Morris Arboretum of the University of Pennsylvania 100 E. Northwestern Avenue, Philadelphia, PA 19118

Jared Farmer

Please join us on Sunday, October 23, 1:00–3:00 pm, for the official book launch of Elderflora: A Modern History of Ancient Trees, by prize-winning author and historian Jared Farmer.

Humans have always revered long-lived trees. But as Jared Farmer reveals in Elderflora, our veneration took a modern turn in the eighteenth century, when naturalists embarked on a quest to locate and precisely date the oldest living things on earth.

Moving from the ancient past to the present and traveling the world from India to Australia to Mexico to Wales, Farmer introduces readers to some of the most cherished remaining big old trees in existence while taking a deep dive into the botany of longevity and the discipline of tree-ring science. It is his hope that we can all channel our shared respect for these trees into collective action to preserve them for future generations.

A presentation by the author will be followed by Q&A and time for book signing. Advance registration is required, and space is limited.

SPECIAL OPPORTUNITY: All event registrants will receive complimentary admission to the Morris Arboretum on October 23 to spend time before or after the launch event to explore the grounds. Please visit www.morrisarboretum.org for hours.

Thank you to Leslie Winakur for sharing the post!


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Photo by Dona Liston

Grateful to Leslie Winakur for sharing this beautiful tree story.

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In anticipation and celebration of the upcoming 2023 exhibition at Audubon, I’m combing the archives to honor the commensalistic relationship of birds and trees.

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Artist Book by Nita Padamsee

The Warli Painting traditions in Maharashtra are among the finest examples of the folk style paintings. The Warli tribe is one of the largest indigenous tribes of India, living in both mountainous and coastal areas along the MaharashtraGujarat border. It is believed that the Warli carry on a tradition stretching back to 2500 or 3000 BCE. The Warli culture is centered on the concept of Mother Nature and elements of wildlife are often focal points depicted in Warli folk art.

Having been brought up in Mumbai, the capital of Maharashtra, I was exposed to this art since I was a kid. Unfortunately, I didn’t delve into this art form until I took a class last year with Sampada Kodagali Agarwal, who brought back the love I had always felt towards this art form done by the Warli people.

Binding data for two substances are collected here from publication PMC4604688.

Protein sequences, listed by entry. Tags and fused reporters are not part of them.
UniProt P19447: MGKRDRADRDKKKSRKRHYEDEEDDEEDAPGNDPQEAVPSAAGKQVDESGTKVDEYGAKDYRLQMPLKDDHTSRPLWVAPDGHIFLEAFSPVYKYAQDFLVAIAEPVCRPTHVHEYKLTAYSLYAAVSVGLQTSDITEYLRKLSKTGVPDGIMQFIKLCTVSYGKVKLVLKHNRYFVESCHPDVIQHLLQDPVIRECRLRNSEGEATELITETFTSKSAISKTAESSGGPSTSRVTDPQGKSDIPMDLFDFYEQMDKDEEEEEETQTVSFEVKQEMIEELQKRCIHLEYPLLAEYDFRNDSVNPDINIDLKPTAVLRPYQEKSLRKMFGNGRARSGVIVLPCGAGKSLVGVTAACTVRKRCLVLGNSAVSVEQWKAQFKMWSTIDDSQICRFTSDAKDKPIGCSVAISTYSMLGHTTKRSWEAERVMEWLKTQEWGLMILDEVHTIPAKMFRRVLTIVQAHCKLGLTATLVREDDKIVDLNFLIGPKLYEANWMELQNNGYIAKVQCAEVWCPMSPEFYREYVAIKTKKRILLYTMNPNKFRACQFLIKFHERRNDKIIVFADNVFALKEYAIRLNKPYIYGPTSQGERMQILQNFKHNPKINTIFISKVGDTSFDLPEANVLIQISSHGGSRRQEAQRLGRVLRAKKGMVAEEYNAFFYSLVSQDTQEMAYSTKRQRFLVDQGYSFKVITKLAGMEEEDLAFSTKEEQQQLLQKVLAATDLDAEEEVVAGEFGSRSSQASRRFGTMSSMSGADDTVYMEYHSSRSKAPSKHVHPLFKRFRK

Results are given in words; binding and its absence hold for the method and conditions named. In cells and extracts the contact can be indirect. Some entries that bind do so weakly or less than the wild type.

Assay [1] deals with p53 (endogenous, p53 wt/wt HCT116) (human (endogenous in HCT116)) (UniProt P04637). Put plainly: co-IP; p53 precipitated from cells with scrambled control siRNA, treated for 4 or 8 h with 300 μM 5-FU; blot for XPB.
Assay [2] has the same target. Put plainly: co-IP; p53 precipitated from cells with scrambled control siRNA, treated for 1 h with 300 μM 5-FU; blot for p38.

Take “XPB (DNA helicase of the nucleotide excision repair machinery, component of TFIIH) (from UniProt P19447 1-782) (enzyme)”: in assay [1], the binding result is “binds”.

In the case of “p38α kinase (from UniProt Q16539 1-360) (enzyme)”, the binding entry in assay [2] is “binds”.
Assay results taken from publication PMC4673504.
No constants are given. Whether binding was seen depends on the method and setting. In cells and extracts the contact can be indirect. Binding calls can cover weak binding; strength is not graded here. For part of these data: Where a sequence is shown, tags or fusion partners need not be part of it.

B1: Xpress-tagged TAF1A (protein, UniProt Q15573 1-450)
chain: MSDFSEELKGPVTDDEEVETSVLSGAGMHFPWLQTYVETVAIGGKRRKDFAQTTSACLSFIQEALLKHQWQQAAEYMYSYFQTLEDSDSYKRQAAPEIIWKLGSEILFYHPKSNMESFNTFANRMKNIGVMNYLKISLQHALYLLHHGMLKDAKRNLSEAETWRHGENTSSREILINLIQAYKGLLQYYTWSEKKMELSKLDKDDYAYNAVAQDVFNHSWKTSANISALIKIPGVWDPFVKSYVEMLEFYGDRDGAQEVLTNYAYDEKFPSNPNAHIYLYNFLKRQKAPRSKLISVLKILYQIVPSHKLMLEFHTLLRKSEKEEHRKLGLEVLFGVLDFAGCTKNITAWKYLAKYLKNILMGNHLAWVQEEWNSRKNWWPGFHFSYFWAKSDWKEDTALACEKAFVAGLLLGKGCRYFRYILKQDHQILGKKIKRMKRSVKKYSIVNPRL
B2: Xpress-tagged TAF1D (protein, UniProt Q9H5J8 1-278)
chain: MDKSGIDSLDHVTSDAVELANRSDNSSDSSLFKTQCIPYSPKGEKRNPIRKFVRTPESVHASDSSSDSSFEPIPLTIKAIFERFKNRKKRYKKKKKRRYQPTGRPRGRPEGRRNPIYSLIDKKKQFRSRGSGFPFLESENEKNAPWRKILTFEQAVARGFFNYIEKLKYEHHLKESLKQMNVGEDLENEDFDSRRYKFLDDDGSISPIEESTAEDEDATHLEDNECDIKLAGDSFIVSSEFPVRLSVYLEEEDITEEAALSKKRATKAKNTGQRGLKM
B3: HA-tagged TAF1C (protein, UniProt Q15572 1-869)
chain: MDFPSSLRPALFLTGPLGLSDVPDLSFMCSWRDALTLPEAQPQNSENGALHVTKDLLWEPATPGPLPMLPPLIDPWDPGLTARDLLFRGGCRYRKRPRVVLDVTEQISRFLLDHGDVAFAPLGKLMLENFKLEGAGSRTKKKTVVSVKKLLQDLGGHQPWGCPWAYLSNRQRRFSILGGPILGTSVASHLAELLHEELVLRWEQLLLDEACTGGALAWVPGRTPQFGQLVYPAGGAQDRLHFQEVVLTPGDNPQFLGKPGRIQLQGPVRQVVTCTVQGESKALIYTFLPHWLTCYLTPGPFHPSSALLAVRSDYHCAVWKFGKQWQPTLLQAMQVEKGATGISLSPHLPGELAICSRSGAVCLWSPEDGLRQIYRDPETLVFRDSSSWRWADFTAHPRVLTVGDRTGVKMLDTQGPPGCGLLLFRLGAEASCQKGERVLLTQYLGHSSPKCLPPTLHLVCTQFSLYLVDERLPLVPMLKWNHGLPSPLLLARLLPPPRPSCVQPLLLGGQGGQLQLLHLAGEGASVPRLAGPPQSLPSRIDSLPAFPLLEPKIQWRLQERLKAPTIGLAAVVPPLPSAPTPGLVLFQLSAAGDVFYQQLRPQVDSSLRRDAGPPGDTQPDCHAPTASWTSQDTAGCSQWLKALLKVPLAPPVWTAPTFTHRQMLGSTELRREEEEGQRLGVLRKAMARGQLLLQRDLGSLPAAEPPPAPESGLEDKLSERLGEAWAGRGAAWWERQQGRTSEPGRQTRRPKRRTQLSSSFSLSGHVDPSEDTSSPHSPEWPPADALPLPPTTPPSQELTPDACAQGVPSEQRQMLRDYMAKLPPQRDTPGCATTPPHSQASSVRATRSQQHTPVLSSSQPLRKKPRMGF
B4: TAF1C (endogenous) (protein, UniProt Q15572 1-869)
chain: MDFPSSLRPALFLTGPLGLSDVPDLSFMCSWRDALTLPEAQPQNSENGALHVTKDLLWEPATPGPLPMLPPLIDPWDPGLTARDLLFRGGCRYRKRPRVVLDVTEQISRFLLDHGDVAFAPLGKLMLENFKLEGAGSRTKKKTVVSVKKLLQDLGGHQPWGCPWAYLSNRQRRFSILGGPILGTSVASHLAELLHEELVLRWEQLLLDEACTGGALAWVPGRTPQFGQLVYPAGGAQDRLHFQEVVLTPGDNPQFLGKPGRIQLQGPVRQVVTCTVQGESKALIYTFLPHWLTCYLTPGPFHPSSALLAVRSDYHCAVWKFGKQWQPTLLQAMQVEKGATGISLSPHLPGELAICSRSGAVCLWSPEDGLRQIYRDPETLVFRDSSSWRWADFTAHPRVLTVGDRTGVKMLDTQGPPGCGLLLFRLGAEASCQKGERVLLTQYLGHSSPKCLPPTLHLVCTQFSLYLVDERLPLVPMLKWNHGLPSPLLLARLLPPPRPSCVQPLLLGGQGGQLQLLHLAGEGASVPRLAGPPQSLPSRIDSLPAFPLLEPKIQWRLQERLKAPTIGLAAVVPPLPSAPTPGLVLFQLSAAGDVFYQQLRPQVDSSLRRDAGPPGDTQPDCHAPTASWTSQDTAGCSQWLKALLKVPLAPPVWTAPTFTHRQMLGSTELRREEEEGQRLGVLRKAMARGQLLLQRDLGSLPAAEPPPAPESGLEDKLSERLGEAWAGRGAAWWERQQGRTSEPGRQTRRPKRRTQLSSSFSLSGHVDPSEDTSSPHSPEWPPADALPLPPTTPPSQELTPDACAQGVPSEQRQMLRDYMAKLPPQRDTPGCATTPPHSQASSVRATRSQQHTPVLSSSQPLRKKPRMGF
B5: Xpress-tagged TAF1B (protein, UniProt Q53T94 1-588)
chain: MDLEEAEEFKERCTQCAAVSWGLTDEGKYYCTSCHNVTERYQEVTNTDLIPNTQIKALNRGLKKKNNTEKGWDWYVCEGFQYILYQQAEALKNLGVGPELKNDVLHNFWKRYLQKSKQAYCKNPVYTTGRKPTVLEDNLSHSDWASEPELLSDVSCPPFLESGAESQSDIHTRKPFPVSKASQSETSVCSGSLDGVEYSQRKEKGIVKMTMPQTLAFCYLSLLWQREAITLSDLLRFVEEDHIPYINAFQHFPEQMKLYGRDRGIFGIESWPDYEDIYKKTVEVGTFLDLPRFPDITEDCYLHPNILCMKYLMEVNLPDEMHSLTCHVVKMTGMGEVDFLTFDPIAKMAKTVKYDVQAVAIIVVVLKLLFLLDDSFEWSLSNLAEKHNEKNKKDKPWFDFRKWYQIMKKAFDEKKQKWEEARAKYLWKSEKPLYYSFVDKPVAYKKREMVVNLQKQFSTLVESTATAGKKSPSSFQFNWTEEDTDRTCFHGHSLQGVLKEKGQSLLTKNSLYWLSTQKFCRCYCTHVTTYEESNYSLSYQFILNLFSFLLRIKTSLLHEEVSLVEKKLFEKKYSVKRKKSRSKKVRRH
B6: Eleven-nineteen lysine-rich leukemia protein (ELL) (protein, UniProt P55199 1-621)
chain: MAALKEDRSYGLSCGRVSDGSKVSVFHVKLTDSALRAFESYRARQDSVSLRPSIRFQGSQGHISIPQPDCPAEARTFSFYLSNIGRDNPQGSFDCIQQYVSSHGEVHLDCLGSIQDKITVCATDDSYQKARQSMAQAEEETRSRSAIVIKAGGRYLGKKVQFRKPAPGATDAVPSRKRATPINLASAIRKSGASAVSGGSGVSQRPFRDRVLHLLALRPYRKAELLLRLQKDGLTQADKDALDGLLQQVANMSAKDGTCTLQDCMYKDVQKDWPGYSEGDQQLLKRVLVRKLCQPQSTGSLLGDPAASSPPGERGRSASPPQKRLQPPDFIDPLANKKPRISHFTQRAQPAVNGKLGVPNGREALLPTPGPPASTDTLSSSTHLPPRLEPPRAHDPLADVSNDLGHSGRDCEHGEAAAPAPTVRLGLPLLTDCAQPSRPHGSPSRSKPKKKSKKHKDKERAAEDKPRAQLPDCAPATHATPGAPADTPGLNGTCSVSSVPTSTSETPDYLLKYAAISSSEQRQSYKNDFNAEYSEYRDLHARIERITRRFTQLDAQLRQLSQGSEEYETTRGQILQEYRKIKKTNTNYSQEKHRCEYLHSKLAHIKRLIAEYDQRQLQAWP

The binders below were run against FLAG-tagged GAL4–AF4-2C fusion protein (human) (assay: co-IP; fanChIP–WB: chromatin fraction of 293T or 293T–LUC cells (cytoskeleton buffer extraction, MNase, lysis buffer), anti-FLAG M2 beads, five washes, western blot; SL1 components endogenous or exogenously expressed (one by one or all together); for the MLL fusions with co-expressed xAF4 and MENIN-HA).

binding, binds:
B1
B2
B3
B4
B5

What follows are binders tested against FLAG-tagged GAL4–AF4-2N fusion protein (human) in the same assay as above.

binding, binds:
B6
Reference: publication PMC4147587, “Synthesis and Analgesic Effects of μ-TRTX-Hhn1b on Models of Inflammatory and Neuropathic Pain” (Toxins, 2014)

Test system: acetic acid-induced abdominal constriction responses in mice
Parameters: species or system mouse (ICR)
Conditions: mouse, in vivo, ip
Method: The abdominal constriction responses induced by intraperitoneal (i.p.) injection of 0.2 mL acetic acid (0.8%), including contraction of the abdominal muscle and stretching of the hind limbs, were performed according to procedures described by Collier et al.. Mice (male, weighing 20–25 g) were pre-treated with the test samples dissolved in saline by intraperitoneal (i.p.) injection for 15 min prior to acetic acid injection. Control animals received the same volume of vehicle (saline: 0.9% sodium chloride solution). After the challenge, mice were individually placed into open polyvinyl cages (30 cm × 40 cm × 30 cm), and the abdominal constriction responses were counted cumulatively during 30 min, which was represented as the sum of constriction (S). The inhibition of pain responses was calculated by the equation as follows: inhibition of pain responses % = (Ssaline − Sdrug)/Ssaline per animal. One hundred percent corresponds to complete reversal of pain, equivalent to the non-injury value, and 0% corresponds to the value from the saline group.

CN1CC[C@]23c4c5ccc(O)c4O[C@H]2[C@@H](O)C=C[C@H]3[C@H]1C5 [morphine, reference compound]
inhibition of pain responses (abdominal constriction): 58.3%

Warli painting is a simple, ancient and an eloquent way to express one’s thoughts and emotions. Only with some simple drawings and the use of two contrasting colors, a lot can be expressed. For this book, I used the brand “Khadi Papers” made in India from cotton, grown in the state of Karnataka. The word “Khadi” means hand-spun cloth, but unlike your average cloth, the word “Khadi” holds a very special place in India’s movement towards freedom and independence.

The flora and fauna of Warli art has always fascinated me, so when I read this paragraph from Katherine May’s book, ‘WINTERING’, I felt I was able to combine my love for calligraphy, lettering and Warli art into this accordion book to tell a story. Just as the author Rilke reverenced winter as the season for tending to the inner garden of the soul, Katherine May writes about “Resilience, the Wisdom of Sadness, and How the Science of Trees Illuminates the Art of Self-Renewal Through Difficult Times. May observes, with life-tested clarity, is the key to wintering — to emerge from the coldest seasons of the soul not only undiminished but revitalized.” 

The excerpt I chose for the accordion book was one in which May draws an analogy between the human experience and trees: “The tree is waiting. It has everything ready. Its fallen leaves are mulching the forest floor, and its roots are drawing up the extra winter moisture, providing a firm anchor against seasonal storms. Its ripe cones and nuts are providing essential food in this scarce time for mice and squirrels, and its bark is hosting hibernating insects and providing a source of nourishment for hungry deer. It is far from dead. It is in fact the life and soul of the wood. It’s just getting on with it quietly. It will not burst into life in the Spring. It will just put on a new coat and face the world again.”

by Nita Padamsee

Take a closer look!

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Handmade paper and artwork/calligraphy by Kaligrafos Guild member/Dallas /Fort Worth Metroplex

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Story by Noah

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Story by Mariel Escalante, 2017

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Artwork and story by Mary Howe

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Calligraphy and story by Lily Yee-Sloan, 2019

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Photo by Pamela Paulsrud